When I was in the first and second grades, I had Mrs. Bowsher for a teacher both years. She was always very frustrated with me, and thinking that she was doing the right thing, she would make fun of me in class when I did something wrong. I had a hard time learning to write and because ADHD kids want everything to be perfect, I would write over and over on each line during penmanship making a real mess out of my paper. On the blackboard, she showed the whole class how I wrote thinking it would straighten me up. I was humiliated, so I purposely made messes out of my papers to "get even" with her.
Since no one ever heard of ADHD, I was considered a brat, and because I lost my dad to cancer in the spring of my first-grade year, I was traumatized and angry. This resulted in bad behavior and caused the teacher much grief. I remember losing my milk money one day, and she made fun of me because I was upset and crying. She is probably rotting in "bad teacher" hell.
In the fourth grade, our class went to the hatchery and, for a quarter, I could bring home my very own baby chick. Quite a few of the kids brought one or two of them home; I fell in love with a little black and yellow chick and brought him home. My mother said no because rats will come if we have chickens, and the next day I had to bring it back to school. Never mind that there were two houses on the block with chickens and we already had rats in the neighborhood from the nearby dump, so I didn't see why I couldn't have a chicken of my own. My teacher was angry with me because I had told her I had my mom's permission - which was a lie. One of the other kids took the chicken home. After that, signed permission slips were required for anything we brought home from our field trips.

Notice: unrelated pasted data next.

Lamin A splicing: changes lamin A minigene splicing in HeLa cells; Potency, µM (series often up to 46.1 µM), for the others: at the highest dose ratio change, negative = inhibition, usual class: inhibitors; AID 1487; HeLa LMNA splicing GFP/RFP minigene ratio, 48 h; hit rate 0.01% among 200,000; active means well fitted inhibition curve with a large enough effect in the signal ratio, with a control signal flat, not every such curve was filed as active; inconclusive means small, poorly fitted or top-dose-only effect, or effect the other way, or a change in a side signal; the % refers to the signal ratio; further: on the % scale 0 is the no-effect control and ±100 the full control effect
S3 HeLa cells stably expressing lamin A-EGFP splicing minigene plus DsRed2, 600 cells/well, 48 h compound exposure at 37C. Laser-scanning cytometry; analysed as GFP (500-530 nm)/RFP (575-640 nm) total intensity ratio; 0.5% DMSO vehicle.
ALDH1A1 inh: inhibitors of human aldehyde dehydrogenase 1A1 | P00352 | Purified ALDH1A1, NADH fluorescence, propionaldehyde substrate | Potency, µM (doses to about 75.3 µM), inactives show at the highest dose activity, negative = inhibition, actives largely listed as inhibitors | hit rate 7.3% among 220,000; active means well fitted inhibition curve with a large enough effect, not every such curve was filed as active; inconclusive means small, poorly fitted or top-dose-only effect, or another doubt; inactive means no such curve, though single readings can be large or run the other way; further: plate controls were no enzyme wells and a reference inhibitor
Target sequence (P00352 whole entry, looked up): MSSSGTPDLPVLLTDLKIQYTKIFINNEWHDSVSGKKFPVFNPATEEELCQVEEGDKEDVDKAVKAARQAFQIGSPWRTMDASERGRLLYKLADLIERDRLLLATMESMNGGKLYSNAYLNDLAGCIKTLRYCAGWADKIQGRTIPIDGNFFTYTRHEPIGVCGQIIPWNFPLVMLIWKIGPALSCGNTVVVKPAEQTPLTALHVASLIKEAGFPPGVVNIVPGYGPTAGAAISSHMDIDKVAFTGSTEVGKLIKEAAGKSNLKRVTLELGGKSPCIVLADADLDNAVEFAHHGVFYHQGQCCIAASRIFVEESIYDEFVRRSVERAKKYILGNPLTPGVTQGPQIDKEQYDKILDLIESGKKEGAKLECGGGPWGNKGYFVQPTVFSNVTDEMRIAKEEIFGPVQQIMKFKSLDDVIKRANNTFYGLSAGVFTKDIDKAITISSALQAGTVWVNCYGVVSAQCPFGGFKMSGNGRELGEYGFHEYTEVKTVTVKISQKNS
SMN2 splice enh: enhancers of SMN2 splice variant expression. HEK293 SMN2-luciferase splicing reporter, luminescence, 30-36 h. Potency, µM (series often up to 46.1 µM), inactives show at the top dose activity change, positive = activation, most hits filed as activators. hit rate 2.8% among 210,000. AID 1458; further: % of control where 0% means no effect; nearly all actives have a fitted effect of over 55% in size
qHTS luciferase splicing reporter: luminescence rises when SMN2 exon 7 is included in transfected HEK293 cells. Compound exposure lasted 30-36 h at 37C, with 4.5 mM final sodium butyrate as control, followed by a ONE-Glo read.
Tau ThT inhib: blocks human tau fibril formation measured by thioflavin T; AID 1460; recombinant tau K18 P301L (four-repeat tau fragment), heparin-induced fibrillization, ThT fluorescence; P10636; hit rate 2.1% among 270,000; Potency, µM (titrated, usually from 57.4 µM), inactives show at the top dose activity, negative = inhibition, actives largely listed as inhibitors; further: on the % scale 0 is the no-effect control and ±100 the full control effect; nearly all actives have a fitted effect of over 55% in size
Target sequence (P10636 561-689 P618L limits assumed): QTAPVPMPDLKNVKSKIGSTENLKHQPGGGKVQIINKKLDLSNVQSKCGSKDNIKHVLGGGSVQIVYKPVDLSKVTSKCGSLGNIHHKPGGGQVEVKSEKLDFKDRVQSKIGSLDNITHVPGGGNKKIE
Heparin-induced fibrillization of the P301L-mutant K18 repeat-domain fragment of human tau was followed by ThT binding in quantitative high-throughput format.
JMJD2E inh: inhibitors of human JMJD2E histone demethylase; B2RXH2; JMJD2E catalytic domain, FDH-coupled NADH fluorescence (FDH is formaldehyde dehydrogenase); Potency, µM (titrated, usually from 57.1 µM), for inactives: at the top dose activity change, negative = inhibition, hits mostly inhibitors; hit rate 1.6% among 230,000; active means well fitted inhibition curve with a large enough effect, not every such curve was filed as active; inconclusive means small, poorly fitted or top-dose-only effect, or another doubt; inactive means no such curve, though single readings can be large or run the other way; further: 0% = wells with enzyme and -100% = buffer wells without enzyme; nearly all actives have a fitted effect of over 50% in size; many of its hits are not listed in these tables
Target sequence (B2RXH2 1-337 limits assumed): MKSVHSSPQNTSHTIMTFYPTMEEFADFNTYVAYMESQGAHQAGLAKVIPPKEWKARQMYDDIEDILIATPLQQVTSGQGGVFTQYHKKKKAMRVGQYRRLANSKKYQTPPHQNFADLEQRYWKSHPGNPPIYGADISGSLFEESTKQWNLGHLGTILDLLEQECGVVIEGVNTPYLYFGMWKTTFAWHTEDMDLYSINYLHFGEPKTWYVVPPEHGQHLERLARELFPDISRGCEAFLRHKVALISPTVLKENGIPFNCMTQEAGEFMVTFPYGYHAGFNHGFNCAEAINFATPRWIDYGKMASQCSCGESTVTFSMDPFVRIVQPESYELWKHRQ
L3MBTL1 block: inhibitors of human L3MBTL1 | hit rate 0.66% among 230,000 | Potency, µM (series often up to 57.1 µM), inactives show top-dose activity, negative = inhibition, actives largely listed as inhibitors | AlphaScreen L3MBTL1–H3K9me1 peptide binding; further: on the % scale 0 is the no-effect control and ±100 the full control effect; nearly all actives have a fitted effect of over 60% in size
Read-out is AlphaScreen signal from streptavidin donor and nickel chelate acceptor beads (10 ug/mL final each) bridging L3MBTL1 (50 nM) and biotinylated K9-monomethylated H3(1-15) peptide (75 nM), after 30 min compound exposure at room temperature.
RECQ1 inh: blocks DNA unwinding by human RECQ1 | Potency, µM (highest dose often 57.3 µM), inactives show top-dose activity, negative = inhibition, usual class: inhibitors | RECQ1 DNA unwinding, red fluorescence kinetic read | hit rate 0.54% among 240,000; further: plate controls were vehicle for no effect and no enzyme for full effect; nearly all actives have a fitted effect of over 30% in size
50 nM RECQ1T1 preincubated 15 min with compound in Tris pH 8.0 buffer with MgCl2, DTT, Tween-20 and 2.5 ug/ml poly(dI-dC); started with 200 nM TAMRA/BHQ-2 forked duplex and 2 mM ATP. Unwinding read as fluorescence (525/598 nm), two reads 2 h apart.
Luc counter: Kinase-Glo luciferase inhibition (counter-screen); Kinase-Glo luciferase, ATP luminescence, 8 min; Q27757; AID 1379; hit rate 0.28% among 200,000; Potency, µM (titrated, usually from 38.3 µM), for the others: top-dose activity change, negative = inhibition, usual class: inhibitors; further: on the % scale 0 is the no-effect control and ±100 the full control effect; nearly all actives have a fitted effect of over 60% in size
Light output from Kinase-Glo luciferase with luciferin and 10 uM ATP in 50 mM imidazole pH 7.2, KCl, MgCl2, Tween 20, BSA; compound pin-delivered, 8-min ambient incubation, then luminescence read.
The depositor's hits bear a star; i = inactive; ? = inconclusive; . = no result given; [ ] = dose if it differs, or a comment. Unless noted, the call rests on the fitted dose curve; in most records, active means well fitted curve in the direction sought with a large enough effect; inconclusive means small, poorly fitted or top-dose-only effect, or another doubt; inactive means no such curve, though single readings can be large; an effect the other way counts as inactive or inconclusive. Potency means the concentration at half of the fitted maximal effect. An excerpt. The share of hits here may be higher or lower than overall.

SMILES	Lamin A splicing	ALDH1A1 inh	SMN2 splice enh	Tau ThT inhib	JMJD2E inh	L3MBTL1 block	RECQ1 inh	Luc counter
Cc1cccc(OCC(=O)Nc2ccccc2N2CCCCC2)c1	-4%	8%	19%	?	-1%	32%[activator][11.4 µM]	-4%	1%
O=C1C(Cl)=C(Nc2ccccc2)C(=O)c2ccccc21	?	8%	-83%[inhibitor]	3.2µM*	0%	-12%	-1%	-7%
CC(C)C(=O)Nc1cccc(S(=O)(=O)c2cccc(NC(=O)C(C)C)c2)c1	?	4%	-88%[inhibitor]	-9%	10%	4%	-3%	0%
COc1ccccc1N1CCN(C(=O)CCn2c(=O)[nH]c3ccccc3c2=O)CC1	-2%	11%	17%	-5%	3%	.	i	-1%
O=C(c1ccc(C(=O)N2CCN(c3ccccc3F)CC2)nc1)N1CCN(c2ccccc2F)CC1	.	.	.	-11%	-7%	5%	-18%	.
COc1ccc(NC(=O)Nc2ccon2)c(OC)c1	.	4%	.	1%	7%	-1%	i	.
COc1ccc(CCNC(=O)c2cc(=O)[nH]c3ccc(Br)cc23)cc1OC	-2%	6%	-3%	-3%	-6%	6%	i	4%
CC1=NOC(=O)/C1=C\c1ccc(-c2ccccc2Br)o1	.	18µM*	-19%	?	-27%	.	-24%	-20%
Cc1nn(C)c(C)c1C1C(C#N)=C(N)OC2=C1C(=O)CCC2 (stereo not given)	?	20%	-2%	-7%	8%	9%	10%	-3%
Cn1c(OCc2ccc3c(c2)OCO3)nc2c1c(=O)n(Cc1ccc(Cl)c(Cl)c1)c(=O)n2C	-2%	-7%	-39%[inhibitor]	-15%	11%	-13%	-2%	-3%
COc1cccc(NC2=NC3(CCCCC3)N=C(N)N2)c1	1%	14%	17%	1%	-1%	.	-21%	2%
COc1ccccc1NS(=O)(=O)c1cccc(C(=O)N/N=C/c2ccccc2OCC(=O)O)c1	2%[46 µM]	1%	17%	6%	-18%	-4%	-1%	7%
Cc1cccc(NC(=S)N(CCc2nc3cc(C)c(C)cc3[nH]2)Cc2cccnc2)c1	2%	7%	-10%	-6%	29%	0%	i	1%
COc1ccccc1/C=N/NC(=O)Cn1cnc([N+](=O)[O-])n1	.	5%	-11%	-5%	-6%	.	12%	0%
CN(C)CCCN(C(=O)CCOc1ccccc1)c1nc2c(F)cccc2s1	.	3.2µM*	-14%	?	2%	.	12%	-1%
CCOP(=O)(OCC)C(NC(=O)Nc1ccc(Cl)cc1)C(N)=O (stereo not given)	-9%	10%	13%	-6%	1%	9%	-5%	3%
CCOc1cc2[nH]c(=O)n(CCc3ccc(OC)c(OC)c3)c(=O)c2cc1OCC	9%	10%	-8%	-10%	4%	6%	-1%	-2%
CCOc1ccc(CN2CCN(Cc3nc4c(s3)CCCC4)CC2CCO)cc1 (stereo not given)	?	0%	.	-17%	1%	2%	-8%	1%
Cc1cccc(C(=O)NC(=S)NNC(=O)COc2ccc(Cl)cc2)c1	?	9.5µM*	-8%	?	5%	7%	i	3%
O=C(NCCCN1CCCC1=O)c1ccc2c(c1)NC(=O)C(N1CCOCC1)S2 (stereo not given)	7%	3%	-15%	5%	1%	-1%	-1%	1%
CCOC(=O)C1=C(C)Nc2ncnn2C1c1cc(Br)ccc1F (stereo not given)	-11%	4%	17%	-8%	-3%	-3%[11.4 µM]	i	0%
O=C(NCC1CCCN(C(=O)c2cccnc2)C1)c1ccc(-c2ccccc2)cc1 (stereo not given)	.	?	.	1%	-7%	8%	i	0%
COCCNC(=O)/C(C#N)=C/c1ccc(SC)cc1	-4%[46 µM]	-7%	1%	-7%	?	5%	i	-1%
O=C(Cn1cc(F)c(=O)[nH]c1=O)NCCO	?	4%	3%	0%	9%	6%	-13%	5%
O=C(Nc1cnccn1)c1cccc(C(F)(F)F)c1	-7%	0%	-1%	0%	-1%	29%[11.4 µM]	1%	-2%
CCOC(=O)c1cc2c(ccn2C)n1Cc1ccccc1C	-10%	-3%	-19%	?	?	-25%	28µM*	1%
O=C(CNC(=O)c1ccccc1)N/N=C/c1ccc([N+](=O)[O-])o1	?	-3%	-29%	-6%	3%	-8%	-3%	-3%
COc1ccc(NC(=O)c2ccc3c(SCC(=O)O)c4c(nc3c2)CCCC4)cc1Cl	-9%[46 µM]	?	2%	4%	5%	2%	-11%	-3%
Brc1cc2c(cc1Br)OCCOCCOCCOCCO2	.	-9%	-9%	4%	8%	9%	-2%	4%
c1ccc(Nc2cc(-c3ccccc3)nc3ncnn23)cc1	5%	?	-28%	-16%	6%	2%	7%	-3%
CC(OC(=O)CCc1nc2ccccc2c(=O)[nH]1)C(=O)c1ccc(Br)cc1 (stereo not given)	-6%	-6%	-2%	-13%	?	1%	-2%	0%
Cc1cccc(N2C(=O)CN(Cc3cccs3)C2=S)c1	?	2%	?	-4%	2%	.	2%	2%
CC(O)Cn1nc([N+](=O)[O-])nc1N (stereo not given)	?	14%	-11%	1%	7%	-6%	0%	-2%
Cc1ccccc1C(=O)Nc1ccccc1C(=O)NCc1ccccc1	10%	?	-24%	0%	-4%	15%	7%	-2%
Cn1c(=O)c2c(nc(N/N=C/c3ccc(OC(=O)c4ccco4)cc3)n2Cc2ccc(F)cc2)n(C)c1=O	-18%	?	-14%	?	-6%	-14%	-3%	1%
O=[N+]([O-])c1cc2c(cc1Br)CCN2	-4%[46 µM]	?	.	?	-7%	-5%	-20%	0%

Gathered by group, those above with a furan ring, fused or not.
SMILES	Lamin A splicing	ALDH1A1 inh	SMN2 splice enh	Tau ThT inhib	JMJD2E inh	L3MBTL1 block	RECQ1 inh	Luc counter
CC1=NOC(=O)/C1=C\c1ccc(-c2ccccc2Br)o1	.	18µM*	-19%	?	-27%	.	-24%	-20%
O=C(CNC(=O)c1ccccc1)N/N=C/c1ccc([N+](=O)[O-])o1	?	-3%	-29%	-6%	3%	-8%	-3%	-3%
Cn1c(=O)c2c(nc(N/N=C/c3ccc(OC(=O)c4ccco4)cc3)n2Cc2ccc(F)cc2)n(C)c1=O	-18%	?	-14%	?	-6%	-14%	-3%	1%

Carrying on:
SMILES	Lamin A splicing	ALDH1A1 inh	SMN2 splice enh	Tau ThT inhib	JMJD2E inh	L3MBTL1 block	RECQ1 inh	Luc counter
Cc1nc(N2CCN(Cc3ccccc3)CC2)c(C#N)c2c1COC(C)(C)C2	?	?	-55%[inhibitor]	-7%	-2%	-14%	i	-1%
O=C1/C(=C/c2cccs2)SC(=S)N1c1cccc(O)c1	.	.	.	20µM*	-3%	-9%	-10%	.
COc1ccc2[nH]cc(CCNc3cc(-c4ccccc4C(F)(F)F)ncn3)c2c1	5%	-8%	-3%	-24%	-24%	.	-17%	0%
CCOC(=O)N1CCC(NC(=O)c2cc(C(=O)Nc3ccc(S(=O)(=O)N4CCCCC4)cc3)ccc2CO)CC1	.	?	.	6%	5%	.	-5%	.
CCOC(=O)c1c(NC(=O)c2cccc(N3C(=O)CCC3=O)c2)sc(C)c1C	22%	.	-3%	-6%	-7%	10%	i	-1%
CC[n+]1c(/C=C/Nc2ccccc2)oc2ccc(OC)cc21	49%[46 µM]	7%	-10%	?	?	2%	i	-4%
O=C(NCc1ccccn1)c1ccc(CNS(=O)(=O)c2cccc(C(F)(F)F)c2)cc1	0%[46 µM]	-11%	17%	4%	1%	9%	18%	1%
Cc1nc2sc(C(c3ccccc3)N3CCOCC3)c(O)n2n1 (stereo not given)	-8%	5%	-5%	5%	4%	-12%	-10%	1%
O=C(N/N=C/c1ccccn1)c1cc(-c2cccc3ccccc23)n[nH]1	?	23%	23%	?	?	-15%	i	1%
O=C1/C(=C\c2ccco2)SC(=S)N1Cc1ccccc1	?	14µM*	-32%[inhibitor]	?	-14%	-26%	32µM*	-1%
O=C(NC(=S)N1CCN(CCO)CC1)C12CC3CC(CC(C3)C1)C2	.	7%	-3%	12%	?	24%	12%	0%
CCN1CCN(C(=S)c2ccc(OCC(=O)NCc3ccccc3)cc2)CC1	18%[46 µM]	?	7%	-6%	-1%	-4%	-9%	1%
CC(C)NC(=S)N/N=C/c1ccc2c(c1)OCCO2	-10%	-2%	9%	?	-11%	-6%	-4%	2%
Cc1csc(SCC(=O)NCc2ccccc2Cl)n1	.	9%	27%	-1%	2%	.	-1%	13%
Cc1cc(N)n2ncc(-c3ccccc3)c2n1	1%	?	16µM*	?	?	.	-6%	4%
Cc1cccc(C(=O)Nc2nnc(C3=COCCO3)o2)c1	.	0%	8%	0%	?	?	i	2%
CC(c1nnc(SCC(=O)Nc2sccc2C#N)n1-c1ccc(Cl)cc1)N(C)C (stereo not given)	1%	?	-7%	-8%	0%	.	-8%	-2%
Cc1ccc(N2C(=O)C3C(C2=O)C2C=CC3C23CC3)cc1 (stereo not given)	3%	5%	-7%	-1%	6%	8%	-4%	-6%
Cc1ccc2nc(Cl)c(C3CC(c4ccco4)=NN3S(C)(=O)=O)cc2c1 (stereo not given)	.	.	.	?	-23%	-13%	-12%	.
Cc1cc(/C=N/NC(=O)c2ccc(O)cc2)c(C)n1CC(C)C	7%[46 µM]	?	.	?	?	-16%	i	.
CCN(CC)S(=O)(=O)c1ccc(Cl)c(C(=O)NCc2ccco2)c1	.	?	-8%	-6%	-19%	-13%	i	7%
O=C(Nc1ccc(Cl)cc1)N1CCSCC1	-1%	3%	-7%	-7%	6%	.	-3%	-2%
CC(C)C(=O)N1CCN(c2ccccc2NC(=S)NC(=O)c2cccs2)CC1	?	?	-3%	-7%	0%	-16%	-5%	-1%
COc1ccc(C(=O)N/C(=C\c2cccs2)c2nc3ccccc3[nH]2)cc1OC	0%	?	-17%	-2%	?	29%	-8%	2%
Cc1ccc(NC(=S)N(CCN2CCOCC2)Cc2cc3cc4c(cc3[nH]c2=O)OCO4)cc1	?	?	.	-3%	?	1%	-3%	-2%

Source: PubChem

We used to have playgrounds at elementary school - real playgrounds. Now they have all this safety stuff, and the kids don't know any better so they still think they are having fun. Do you remember the old wood swings? We could stand up and swing, and it was so much more fun than sitting. The swings were tall; the chains were at least 10 - 12 feet long. We stood on the seat and pumped and pumped, trying to get the swing to go straight out, sometimes we succeeded too. Moreover, the ground was blacktop or concrete... none of this soft gravel or sand for us. We cracked our heads open, scraped our knees, broke our arms, and became tough! There was a twelve-foot high slide that was not enclosed, not only would we climb up the ladder and slide with no safety concerns whatsoever, we would swing off the side and shinny down the posts. Great fun!
We had a merry-go-round with a "pumper" on each half of the circle; the rest of the circle was a bench that we sat on, with a metal railing above our knees that we could hold onto. This was up off the blacktop about two or three feet, so if we fell, we would definitely get hurt. At recess we used to race for the "pumper" seats, so we could try our hand in going fast enough to either get the others sick, or make them fall off. Sometimes when we were not in the pumper seats, we would let go of the railing positioning our legs under it, and lean all the way back with our arms out above our head. The trick was to try to stay there without sliding out onto our heads - not always successful, and there were many bruises, cuts and scrapes as a result.
The teeter-totters were very large and we would get several kids on each side competing to see which side could bump the ground hard enough to make the other side fall off onto the blacktop. The teachers were in their little private room having coffee; they could care less what we did during recess. We did keep the school nurse busy, and in those days, parents did not sue the schools every time their little angels got hurt. No one died either, just in case you were wondering; but we don't know why.